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Complex Analysis - Residues

  1. Feb 4, 2007 #1
    Hello!

    I am studing for my Complex Analysis exam and solving the exercises for Residues given by the professor.

    The problem is that for some exercises I get to a solution different from the one of the professor :bugeye:, and I am not sure that the mistake is in my calculations.

    I would greatly appreciate it, if somebody could solve it and tell me what a solution he/she came up with.

    Here is the exercise:
    Calculate the residue of the complex-valued function [tex]f(z)[/tex] at [tex]z=-\imath[/tex], as:

    [tex]f(z) = \frac{\sin(z)}{(z^2 + 1)^2}[/tex] ​

    My answer:
    [tex]Res(f(z),\imath) = -\frac{1}{4e}[/tex]​
    The professor's answer:
    [tex]Res(f(z),\imath) = \frac{\imath}{2}\cosh(1)[/tex]​

    Thanks a lot!
     
    Last edited: Feb 4, 2007
  2. jcsd
  3. Feb 4, 2007 #2

    cristo

    User Avatar
    Staff Emeritus
    Science Advisor

    Well, what did you get? Post your attempt, and we'll be able to see if you went wrong.
     
  4. Feb 4, 2007 #3
    Thank you for getting involved :smile:, here is what I did, I used the formula:

    [tex] Res(f(z), z_0) = \lim_{z \to z_0} \left( \frac{1}{(m-1)!}\, \dfrac{d^{m-1}}{dz^{m-1}} \left( (z-z_0)^m f(z) \right)
    \right) [/tex]​

    where [tex]m[/tex] is the order of the pole, and [tex]z_0[/tex] is the pole.

    In the particular case of this exercise,

    [tex]
    \begin{align*}
    m &= 2 \\
    z_0 &= -i
    \end{align*}
    [/tex]



    [tex]
    \begin{align*}
    Res(f(z), -i) &= \lim_{z \to z_0} \left( \frac{1}{(m-1)!}\, \dfrac{d^{m-1}}{dz^{m-1}} \left( (z-z_0)^m f(z) \right)
    \right) \\
    &= \lim_{z \to -i}
    \left(
    \frac{1}{1!} \,
    \dfrac{d}{dz} \left( (z+i)^2 f(z) \right)
    \right)
    \end{align*}
    [/tex]
     
    Last edited: Feb 4, 2007
  5. Feb 4, 2007 #4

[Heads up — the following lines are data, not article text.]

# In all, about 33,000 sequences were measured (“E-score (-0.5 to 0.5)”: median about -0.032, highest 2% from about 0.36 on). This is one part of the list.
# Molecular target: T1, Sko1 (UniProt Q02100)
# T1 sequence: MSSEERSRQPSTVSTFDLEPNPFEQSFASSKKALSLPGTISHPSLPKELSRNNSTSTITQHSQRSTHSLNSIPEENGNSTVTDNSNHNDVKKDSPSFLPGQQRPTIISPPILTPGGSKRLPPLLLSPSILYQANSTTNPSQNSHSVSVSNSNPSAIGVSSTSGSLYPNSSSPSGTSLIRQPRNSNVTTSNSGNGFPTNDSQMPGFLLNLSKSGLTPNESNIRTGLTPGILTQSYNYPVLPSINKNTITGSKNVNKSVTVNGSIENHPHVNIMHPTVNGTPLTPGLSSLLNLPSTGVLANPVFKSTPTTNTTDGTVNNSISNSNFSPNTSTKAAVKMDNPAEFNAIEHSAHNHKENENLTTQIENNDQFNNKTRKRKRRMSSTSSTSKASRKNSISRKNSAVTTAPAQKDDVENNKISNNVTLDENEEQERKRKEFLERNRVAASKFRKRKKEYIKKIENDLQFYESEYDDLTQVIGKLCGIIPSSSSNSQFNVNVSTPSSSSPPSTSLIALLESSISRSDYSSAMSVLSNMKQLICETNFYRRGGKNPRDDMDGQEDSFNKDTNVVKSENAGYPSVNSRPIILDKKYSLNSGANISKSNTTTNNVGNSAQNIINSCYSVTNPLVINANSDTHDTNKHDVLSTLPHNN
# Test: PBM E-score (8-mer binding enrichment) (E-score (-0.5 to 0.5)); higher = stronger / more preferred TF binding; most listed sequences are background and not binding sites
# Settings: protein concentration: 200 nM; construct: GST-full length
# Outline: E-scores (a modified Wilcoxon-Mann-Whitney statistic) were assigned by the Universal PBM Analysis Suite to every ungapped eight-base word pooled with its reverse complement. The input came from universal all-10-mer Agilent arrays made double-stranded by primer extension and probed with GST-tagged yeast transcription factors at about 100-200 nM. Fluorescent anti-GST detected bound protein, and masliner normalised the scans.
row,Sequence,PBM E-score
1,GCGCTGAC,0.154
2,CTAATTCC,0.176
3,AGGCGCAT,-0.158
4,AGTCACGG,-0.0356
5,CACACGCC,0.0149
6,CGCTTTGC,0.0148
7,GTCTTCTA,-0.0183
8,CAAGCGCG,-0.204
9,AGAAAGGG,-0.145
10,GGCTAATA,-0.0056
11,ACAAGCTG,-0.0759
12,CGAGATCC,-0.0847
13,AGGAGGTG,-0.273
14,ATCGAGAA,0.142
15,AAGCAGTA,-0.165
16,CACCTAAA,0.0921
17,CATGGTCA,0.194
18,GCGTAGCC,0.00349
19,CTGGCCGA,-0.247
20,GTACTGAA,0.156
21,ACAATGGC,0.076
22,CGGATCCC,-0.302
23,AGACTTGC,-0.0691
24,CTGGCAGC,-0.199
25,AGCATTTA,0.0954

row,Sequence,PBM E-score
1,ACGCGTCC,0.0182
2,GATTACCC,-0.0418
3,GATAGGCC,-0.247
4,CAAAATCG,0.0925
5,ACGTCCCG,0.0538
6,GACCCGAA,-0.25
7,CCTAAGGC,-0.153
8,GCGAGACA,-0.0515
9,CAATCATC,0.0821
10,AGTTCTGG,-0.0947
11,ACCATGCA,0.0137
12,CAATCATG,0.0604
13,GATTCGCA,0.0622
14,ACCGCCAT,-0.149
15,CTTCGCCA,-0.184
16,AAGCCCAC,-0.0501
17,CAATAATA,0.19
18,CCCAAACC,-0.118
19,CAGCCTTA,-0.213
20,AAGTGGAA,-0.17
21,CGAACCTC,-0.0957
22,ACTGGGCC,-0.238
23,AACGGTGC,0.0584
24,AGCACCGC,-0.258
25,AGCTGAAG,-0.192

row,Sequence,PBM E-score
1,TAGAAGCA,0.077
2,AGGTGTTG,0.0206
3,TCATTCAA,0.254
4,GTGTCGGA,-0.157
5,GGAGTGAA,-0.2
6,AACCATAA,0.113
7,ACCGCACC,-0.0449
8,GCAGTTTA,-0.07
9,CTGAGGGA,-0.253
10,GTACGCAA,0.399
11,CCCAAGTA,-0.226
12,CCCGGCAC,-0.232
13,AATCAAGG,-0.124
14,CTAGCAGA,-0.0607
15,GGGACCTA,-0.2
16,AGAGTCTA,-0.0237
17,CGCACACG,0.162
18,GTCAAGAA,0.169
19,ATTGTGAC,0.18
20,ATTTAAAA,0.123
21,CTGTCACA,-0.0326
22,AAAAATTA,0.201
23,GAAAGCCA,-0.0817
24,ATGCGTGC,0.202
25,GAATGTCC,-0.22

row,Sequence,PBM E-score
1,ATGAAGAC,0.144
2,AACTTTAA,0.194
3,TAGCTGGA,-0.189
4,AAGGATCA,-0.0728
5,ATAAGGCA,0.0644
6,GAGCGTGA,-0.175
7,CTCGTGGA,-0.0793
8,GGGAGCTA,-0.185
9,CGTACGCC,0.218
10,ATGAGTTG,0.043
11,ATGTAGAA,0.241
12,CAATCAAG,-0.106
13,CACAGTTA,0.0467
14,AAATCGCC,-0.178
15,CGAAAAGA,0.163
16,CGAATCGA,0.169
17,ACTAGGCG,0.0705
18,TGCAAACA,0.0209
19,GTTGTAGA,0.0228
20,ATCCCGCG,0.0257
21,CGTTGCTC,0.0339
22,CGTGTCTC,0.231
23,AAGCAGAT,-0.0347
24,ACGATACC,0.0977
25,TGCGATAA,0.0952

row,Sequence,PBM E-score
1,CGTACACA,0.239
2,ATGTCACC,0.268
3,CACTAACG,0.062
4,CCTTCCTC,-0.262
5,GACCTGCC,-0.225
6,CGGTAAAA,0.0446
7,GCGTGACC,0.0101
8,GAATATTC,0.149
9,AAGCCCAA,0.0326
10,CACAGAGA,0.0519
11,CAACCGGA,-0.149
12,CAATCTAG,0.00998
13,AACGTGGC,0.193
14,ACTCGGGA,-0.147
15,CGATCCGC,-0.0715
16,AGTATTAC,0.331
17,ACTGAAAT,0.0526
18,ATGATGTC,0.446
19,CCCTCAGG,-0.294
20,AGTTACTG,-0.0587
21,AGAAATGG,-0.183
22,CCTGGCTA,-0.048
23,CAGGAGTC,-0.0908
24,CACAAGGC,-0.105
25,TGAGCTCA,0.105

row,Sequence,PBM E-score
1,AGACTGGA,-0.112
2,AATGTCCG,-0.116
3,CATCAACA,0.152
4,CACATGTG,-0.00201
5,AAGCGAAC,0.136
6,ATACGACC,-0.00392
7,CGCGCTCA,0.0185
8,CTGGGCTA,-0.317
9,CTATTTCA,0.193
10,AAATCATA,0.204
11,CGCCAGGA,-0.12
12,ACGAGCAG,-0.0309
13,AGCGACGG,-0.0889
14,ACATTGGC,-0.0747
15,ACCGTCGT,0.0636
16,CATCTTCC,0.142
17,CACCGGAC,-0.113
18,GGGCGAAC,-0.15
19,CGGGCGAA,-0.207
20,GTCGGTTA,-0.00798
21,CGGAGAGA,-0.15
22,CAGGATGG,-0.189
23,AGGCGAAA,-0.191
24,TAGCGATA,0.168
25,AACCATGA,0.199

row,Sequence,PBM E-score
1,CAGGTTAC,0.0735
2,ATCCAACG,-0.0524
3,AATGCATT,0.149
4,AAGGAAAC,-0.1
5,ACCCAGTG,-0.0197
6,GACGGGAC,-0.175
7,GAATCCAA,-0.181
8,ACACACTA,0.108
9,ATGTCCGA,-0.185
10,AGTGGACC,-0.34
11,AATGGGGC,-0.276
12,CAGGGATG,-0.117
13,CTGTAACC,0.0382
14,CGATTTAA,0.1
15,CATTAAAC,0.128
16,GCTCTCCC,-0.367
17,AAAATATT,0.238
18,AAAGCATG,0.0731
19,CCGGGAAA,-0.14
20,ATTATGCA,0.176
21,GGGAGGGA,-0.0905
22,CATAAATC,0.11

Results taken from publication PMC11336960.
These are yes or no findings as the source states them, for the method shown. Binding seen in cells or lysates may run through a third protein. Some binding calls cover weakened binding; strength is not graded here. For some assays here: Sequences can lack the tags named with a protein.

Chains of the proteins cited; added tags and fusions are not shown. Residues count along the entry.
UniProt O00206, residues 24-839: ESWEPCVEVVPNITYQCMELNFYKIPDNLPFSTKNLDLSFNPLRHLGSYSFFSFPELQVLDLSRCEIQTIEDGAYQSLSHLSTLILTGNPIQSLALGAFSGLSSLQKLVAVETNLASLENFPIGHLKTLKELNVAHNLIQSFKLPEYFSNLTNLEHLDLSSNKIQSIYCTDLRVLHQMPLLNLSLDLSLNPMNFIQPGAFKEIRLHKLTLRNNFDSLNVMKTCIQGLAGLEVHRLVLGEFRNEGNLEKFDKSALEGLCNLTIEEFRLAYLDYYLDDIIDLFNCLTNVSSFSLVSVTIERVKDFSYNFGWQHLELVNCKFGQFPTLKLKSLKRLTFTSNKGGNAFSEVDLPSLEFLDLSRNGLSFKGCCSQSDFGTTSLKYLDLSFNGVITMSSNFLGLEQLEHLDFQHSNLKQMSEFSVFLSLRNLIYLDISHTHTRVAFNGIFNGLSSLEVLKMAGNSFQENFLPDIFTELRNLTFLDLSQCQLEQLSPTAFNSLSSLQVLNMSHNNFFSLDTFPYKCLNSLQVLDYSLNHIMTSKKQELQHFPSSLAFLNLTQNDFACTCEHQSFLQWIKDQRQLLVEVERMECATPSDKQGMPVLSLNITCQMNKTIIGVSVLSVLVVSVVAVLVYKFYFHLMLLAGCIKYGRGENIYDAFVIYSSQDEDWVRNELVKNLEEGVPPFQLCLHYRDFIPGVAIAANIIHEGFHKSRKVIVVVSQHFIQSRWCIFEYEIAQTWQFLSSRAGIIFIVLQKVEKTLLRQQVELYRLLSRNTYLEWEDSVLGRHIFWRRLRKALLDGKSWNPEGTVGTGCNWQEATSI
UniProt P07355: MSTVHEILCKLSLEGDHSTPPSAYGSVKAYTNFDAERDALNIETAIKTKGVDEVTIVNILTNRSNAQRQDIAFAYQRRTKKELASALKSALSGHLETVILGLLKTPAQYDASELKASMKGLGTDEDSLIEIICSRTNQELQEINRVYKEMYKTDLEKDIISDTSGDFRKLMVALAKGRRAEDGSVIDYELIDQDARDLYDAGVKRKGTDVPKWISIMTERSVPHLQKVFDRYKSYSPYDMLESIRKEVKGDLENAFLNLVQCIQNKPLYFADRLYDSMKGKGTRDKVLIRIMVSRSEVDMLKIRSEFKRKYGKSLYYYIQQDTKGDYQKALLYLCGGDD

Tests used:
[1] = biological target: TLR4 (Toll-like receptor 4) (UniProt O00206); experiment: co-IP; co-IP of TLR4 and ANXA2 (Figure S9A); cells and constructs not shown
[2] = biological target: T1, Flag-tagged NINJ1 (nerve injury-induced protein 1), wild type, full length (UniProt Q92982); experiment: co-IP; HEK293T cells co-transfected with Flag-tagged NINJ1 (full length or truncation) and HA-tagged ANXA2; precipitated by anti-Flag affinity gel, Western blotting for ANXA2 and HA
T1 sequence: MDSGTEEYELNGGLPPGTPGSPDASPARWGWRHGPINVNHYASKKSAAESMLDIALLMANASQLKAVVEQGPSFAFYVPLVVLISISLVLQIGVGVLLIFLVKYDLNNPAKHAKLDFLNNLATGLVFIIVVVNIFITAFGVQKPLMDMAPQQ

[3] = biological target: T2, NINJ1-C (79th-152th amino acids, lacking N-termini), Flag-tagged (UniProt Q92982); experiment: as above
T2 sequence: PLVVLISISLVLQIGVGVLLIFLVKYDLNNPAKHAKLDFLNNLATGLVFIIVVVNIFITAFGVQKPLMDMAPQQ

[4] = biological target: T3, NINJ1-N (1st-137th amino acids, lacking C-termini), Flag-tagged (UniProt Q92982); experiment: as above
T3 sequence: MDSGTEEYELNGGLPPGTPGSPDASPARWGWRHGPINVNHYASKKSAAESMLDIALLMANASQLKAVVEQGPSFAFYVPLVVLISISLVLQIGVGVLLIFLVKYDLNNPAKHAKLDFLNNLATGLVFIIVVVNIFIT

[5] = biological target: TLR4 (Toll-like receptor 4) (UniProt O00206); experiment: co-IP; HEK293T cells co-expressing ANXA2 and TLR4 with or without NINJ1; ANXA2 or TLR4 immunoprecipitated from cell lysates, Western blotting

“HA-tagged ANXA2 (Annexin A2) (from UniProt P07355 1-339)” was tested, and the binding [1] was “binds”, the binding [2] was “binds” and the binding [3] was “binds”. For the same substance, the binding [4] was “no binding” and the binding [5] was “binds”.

My Calculations

    Here are the calculations:


    [tex]
    \begin{align*}
    Res(f(z), -i) &= \lim_{z \to z_0}
    \left(
    \frac{1}{(m-1)!} \, \dfrac{d^{m-1}}{dz^{m-1}} \left( (z-z_0)^m f(z) \right)
    \right) \\
    &= \lim_{z \to -i}
    \left(
    \frac{1}{1!} \, \dfrac{d}{dz} \left( (z+i)^2 f(z) \right)
    \right) \\
    &= \lim_{z \to -i}
    \left(
    \dfrac{d}{dz} \left( (z+i)^2 \frac{\sin(z)}{(z+i)^2 (z-i)^2} \right)
    \right) \\
    &= \lim_{z \to -i}
    \left(
    \dfrac{d}{dz} \left(\frac{\sin(z)}{(z-i)^2} \right)
    \right) \\
    &= \lim_{z \to -i}
    \left(
    \dfrac{\cos(z) \cdot (z-i)^2 - \sin(z) \cdot 2(z-i)(z-i)'}{(z-i)^4}
    \right) \\
    &= \dfrac{\cos(-i) \cdot (-i-i)^2 - \sin(-i) \cdot 2(-i-i)}{(-i-i)^4} = \dfrac{\cos(-i) \cdot 4(-1) +4i \sin(-i)}{(-2i)^4} \\
    &= \dfrac{-4\cos(-i) +4i \sin(-i)}{16} = \dfrac{-\cos(-i) +i \sin(-i)}{4} = \dfrac{-\cos(i) -i \sin(i)}{4}\\
    &= -\dfrac{\cos(i) + i \sin(i)}{4} = -\dfrac{e^{i \cdot i}}{4}= -\dfrac{e^{-1}}{4} = -\dfrac{1}{4e}\\

    \end{align*}
    [/tex]
     
    Last edited: Feb 4, 2007
  6. Feb 4, 2007 #5
    The Professor's Solution

    Here is the solution of the professor. This is a screenshot of the page of his lecture notes on which he solves the exercise. In his calculations:
    [tex] j=\sqrt{-1}[/tex]​
     

    Attached Files:

    Last edited: Feb 4, 2007
  7. Feb 5, 2007 #6

    benorin

    User Avatar
    Homework Helper

    iflare, the fact of the matter is that your prof goofed the derivative and your work is correct.
     
  8. Feb 5, 2007 #7
    That is just great :smile:, thank you very much for the help!
     
  9. May 28, 2007 #8
    i don't think it's so great that the prof goofed here!
     
  10. May 28, 2007 #9

    mathwonk

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    Science Advisor
    Homework Helper

    i havent taught this in a long time, so this may be wrong, but i think the idea is to separate the pole from the holomorphic part at -i.

    so we have sin(z)/(z-i)^2 as the holomorphic part and 1/(z+i)^2 as the polar part.

    now we want to multiply these together and pick off the coefficient of
    1/(z+i)

    Now to get the coefficient of 1/(z+i) it seems we just need the derivative of the holo part at -i.

    by the quotient rule that should be [cos(z)(z-i) - 2sin(z)]/(z-i)^3, all evaluated at z= -i. yipes!

    i.e. -[cos(i)+i sin(i)]/4 = -1/4e,

    using the fact that cos(z) = (1/2)[e^z + e^(-z)], etc...

    so its much easier than it looks above, but still tedious for me.
     
    Last edited: May 28, 2007
  11. May 29, 2007 #10

    mathwonk

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    Science Advisor
    Homework Helper

    did you understand my post? the point was that if you multiply a holomorphic power series by 1/(z-a)^2, the residue at a will be given by the coefficient of the linear term of the powers eries. i.e.all the exponents of (z-a) go down by 2, so the linear etrm becomes the -1 order term.
     
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